CALGARY — Sam Stout stops short of asserting that UFC fighters are the world’s best-conditioned athletes.
But the 28-year-old Canadian lightweight says the popular sport is certainly among the most physically demanding.
"We’re right up there," he tells Sun Media in a one-on-one interview at a Sport Chek-sponsored media event at Champions Creed Mixed Martial Arts prior to the recent UFC 149.
"There’s different types of conditioning. There’s some sports I could do and be exhausted. But probably the athletes from those sports would try to do what I do and be exhausted. So it’s hard to say who’s really in the best shape. But I definitely say we’re in the upper echelon of the guys in the best shape."
UFC rounds last up to five minutes. A championship fight is scheduled for five rounds, while a non-championship fight is capped at three rounds.
To the casual observer, that may not sound very gruelling.
But to put it in perspective, especially for Canadians, Stout often compares a UFC bout to an NHL hockey fight.
"It (a hockey fight) is usually 30 seconds at most. And look at the guys when they’re sitting in the penalty box. They’re sucking wind," explains the heavy-handed striker from London, Ont.
"A lot of times, you can see the fatigue in them for the rest of the game. I have some very good friends that are NHL hockey players and that’s what they said — for the rest of the game, their shoulders are shot and they’re just worn out."
In terms of time, a UFC match is akin to 30 back-to-back hockey fights, Stout adds.
That’s why he doesn’t take his training camps lightly.
The 5-foot-9 fighter typically trains 13 weeks for a bout, gradually cutting his weight from 170 pounds to a lean and mean 155.
His regimen leading up to a fight involves 11 weekly workouts: Twice a day on Mondays through Fridays, and once on Saturdays. Sundays are a rest day.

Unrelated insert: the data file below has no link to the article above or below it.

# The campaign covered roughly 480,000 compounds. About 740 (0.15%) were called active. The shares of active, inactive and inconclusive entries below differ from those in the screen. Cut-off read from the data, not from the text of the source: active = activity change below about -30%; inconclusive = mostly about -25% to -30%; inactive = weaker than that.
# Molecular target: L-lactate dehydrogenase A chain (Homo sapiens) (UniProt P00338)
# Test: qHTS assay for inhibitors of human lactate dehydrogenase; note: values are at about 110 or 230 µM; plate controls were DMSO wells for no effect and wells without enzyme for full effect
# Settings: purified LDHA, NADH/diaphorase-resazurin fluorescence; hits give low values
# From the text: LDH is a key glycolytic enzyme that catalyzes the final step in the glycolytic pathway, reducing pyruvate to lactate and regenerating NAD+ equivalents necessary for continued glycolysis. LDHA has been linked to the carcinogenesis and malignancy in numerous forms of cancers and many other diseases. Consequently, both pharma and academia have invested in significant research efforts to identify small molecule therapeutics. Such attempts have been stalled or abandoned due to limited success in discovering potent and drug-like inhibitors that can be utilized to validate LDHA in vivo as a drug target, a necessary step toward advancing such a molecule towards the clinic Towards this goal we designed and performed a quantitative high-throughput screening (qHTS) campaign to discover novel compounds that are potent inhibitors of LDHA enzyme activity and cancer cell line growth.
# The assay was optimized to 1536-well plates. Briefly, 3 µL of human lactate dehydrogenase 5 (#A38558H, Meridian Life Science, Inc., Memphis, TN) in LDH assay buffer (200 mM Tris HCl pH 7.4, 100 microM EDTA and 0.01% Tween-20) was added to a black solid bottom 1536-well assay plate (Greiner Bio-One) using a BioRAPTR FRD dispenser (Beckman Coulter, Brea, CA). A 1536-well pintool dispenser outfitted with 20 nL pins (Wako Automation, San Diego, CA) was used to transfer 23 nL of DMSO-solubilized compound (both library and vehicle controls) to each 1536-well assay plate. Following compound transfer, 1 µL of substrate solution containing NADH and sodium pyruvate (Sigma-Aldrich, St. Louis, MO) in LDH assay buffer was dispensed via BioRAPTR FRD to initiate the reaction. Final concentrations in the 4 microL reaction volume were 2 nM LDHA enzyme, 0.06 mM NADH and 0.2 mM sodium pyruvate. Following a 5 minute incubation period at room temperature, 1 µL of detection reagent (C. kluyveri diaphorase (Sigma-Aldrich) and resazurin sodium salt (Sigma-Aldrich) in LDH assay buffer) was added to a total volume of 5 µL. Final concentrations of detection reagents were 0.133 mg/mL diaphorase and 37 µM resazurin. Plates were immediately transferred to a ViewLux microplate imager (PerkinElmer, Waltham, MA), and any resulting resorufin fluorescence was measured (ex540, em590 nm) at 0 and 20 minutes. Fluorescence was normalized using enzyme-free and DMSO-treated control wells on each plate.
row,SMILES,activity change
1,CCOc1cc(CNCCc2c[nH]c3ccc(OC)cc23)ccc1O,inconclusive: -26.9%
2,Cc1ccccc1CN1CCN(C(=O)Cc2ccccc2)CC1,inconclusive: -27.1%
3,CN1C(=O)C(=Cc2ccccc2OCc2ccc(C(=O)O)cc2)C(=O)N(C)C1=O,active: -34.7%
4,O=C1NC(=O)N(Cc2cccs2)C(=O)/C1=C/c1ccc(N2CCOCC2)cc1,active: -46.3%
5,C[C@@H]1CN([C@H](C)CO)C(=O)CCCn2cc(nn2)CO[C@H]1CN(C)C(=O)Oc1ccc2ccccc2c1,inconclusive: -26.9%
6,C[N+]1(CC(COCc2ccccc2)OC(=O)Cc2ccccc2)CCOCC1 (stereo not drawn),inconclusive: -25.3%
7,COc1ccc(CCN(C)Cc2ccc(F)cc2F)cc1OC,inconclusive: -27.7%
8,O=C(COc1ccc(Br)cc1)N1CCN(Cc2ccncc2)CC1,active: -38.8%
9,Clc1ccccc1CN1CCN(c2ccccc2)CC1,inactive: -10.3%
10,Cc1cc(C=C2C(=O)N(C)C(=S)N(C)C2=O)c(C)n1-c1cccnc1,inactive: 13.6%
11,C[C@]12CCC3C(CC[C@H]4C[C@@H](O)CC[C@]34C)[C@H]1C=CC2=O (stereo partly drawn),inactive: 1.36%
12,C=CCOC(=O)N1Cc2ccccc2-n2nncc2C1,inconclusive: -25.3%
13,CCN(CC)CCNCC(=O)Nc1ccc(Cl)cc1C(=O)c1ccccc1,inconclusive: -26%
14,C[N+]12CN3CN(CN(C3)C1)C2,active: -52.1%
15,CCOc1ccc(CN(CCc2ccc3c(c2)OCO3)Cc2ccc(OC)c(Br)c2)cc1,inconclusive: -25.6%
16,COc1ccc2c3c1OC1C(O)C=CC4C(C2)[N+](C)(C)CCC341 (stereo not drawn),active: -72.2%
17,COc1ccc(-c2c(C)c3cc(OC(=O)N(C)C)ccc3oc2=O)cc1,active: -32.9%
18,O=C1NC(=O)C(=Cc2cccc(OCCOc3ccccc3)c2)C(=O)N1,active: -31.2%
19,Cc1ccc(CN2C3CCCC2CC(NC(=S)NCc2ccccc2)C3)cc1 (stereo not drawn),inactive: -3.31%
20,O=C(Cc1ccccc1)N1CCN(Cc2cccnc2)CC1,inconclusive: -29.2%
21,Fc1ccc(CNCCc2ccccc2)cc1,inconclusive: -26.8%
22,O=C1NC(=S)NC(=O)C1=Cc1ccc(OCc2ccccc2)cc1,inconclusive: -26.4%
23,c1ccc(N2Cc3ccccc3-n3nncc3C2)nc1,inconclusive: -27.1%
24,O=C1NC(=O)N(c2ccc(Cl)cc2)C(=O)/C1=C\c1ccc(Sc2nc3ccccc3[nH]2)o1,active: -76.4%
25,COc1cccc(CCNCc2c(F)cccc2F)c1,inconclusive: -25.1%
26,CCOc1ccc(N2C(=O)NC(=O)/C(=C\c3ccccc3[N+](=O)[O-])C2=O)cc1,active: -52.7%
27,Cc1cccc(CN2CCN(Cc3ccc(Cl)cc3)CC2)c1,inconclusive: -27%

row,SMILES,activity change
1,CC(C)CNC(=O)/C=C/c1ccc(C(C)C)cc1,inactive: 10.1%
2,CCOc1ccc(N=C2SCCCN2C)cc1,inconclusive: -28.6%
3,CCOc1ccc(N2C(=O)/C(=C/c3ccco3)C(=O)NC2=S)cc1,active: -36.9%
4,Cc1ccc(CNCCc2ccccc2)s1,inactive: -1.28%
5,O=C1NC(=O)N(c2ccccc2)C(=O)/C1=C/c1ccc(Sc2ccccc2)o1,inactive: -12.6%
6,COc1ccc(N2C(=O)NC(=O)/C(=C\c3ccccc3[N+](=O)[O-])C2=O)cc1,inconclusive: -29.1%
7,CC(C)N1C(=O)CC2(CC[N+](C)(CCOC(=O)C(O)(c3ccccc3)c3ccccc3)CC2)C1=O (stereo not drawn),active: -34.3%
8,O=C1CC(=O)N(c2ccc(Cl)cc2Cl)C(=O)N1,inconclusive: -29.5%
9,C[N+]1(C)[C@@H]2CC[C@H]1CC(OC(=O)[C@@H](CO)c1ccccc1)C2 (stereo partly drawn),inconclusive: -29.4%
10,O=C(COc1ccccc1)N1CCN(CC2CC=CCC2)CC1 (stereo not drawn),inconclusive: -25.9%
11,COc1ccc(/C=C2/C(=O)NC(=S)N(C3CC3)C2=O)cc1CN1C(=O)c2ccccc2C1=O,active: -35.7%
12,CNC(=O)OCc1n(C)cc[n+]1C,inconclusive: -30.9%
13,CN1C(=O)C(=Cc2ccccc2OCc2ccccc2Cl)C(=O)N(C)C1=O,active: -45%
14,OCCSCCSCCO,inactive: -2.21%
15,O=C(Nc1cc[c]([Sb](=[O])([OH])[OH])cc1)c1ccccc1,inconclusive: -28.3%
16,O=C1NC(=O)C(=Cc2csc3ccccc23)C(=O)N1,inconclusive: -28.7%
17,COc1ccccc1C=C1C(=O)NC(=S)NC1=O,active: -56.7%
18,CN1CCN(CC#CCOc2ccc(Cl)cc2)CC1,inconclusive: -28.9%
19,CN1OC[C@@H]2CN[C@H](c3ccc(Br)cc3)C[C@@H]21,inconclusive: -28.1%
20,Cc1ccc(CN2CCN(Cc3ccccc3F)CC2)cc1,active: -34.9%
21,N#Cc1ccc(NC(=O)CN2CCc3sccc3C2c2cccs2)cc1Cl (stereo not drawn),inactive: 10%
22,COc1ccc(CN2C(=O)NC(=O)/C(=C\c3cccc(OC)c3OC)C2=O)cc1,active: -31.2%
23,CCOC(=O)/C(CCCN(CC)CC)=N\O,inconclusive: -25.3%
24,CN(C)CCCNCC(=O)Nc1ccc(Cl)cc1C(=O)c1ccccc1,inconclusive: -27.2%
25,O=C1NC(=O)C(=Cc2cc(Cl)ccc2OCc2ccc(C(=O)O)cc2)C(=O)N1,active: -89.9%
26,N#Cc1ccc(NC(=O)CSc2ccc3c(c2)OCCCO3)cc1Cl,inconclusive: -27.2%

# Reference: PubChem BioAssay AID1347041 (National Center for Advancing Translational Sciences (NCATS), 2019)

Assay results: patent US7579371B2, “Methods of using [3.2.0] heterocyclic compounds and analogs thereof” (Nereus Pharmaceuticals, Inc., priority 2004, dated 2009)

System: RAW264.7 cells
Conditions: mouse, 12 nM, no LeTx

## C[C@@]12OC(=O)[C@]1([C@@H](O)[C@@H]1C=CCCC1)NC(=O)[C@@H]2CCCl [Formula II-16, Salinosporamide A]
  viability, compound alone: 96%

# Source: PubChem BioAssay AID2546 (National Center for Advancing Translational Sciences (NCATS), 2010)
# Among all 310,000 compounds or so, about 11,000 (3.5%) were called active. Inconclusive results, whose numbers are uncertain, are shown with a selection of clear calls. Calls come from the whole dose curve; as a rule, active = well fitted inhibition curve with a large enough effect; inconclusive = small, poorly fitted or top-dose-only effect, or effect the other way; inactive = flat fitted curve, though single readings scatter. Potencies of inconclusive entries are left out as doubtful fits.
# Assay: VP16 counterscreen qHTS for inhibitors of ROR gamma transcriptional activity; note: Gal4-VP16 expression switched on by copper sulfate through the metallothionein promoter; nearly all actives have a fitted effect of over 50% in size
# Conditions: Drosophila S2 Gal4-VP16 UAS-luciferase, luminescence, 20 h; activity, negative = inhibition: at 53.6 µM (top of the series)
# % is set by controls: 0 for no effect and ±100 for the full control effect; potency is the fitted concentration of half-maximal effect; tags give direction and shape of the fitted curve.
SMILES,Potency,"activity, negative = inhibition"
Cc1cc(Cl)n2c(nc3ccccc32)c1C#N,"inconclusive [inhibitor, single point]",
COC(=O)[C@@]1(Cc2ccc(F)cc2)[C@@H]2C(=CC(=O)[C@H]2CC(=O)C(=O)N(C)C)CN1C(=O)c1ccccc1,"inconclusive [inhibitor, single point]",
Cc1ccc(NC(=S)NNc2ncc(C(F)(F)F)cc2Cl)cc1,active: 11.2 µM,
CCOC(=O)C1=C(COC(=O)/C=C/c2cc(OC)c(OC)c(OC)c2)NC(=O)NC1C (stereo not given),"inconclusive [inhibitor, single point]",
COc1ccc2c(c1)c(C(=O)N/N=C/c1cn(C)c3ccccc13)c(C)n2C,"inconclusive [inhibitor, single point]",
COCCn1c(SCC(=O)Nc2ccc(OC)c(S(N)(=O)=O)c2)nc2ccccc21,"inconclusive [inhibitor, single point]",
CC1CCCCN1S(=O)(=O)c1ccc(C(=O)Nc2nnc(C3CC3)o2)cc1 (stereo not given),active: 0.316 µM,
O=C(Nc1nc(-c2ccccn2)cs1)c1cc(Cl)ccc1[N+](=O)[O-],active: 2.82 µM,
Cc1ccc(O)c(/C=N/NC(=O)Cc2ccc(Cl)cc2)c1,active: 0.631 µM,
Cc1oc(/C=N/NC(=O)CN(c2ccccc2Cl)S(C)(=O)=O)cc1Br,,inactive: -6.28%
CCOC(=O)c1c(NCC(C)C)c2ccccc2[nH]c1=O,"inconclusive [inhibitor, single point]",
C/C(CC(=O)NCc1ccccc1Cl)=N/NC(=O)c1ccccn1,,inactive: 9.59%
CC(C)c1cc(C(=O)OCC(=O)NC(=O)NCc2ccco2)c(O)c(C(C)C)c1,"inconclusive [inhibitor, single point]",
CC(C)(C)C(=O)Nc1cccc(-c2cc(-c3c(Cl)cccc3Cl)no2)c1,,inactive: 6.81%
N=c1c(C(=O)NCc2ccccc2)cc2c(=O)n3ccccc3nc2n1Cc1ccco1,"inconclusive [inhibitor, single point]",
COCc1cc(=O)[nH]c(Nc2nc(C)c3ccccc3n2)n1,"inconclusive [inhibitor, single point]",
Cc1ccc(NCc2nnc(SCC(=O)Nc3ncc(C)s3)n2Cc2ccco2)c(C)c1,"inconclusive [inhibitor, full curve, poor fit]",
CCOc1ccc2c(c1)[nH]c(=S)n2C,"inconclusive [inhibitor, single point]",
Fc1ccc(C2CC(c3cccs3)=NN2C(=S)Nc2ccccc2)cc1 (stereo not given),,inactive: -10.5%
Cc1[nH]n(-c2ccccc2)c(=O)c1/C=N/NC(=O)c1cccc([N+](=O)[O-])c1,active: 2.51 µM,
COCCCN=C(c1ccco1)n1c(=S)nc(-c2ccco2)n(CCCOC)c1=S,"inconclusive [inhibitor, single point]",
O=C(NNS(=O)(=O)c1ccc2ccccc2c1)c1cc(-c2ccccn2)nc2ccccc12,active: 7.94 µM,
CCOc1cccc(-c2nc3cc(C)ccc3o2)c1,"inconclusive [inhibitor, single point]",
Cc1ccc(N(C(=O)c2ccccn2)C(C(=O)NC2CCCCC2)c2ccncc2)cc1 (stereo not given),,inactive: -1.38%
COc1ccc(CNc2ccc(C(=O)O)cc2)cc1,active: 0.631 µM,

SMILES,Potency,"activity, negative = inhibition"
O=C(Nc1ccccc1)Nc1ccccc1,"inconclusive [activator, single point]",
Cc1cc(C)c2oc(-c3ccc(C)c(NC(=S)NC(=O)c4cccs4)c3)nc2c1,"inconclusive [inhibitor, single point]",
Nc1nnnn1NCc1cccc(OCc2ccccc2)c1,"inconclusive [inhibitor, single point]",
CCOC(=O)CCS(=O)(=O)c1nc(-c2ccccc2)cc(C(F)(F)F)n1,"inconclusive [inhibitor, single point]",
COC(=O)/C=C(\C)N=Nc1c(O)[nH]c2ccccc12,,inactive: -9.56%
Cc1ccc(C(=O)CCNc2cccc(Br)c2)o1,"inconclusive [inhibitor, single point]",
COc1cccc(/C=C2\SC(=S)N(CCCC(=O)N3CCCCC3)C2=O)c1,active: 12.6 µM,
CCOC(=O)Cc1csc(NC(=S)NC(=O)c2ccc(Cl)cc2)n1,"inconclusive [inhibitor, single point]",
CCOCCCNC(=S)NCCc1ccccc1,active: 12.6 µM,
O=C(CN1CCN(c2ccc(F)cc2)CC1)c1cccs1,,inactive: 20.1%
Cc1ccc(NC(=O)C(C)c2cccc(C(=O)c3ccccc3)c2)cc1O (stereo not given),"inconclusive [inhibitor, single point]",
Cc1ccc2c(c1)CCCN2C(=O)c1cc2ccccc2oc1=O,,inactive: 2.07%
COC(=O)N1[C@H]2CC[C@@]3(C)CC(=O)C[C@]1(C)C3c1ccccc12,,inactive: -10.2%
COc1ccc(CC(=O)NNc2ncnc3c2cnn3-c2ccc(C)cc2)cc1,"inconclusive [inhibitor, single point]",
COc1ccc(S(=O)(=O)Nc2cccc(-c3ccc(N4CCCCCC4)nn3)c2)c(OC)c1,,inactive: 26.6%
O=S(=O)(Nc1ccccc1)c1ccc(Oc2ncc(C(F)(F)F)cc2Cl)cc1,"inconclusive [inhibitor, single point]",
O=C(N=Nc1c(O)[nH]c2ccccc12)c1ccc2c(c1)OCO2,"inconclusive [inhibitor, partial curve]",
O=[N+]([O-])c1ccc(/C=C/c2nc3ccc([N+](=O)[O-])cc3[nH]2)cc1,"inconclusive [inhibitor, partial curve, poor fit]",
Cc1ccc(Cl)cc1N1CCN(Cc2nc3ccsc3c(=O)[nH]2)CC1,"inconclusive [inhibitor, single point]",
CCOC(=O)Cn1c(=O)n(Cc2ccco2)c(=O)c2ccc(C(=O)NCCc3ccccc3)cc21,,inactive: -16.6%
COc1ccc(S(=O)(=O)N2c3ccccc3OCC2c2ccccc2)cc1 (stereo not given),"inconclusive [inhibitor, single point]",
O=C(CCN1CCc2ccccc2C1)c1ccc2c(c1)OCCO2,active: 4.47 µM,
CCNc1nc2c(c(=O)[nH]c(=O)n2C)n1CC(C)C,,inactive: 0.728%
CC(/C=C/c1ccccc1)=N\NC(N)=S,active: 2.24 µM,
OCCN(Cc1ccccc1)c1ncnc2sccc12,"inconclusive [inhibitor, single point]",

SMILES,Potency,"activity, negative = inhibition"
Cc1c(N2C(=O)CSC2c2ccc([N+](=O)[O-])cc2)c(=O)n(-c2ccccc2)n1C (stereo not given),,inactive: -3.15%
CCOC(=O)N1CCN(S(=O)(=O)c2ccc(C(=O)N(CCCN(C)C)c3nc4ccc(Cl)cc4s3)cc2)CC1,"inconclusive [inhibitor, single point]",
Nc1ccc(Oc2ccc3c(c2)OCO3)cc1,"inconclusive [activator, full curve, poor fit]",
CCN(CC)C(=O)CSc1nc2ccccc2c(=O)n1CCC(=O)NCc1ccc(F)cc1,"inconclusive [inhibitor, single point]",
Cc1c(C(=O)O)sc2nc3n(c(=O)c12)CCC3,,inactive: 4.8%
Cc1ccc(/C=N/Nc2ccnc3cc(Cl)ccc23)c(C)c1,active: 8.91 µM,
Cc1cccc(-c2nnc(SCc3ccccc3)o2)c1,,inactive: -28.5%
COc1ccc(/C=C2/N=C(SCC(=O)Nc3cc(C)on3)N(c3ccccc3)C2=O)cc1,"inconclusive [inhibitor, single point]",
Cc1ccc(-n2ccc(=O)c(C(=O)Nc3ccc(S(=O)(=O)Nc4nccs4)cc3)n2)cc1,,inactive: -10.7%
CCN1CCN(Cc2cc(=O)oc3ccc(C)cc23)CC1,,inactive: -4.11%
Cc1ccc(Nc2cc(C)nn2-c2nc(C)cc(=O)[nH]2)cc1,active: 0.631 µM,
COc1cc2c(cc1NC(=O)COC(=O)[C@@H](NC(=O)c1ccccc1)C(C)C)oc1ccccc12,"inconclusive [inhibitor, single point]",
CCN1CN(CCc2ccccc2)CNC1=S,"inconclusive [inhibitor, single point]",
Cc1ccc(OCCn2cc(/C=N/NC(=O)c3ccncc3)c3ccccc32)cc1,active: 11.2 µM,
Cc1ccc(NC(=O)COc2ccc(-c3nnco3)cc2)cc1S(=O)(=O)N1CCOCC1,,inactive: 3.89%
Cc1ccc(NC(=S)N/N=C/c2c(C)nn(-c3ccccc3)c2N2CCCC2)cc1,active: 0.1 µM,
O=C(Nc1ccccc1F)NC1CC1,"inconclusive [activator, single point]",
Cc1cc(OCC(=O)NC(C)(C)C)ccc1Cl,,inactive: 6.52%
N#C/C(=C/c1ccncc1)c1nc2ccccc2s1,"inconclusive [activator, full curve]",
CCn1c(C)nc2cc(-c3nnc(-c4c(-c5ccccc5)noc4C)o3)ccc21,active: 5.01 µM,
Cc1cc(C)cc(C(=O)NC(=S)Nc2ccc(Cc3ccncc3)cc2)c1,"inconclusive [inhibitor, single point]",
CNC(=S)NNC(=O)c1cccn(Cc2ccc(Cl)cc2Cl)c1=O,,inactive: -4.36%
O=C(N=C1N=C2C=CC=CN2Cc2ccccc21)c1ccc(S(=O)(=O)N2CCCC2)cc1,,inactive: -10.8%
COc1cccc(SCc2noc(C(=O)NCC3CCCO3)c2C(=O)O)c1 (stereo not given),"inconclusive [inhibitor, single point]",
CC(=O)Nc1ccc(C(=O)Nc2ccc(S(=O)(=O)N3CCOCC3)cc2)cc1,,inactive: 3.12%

It’s a mixed bag that includes strength and conditioning, pad work, sparring and grappling.
"There’s a whole lot to fit in there," he says. "The hardest part is finding a balance between all the different aspects of the sport. "¦ There’s only so many hours you can train in a week."
As for his diet in the lead-up to a fight, Stout sticks to mostly protein sources and vegetables. Staples include fish, chicken, egg-white omelettes, rice and spinach. The challenge, he notes, is maintaining his energy levels while dropping weight.
"It’s really a science, the diet part," says the nearly seven-year veteran of the UFC.
"And it’s really trial and error because everybody’s body is different. A diet that works for me may not work for you or somebody else."
Stout, who co-owns London’s Adrenaline Training Centre, knows first-hand what it feels like to not be prepared for a fight.
"Luckily, I learned that lesson in my amateur career, where you take a fight too lightly and you think, ‘Oh, I can smoke this guy,’ and you don’t train hard enough," he admits.
"There’s no worse feeling than being in there with somebody who’s throwing punches at you that has better conditioning, who’s still fresh as a daisy and you’re sucking wind and can barely hold your hands up.
"So I’ve really prided myself through most of my career, since I learned that lesson, on my conditioning, my cardio and being able to maintain that explosiveness right through to the last round."
Sam’s training advice:
"People need to understand that there’s no shortcuts for anything. The road is paved in blood, sweat and tears. It’s a lot of hard work, a lot of sacrifices and it’s not going to happen overnight."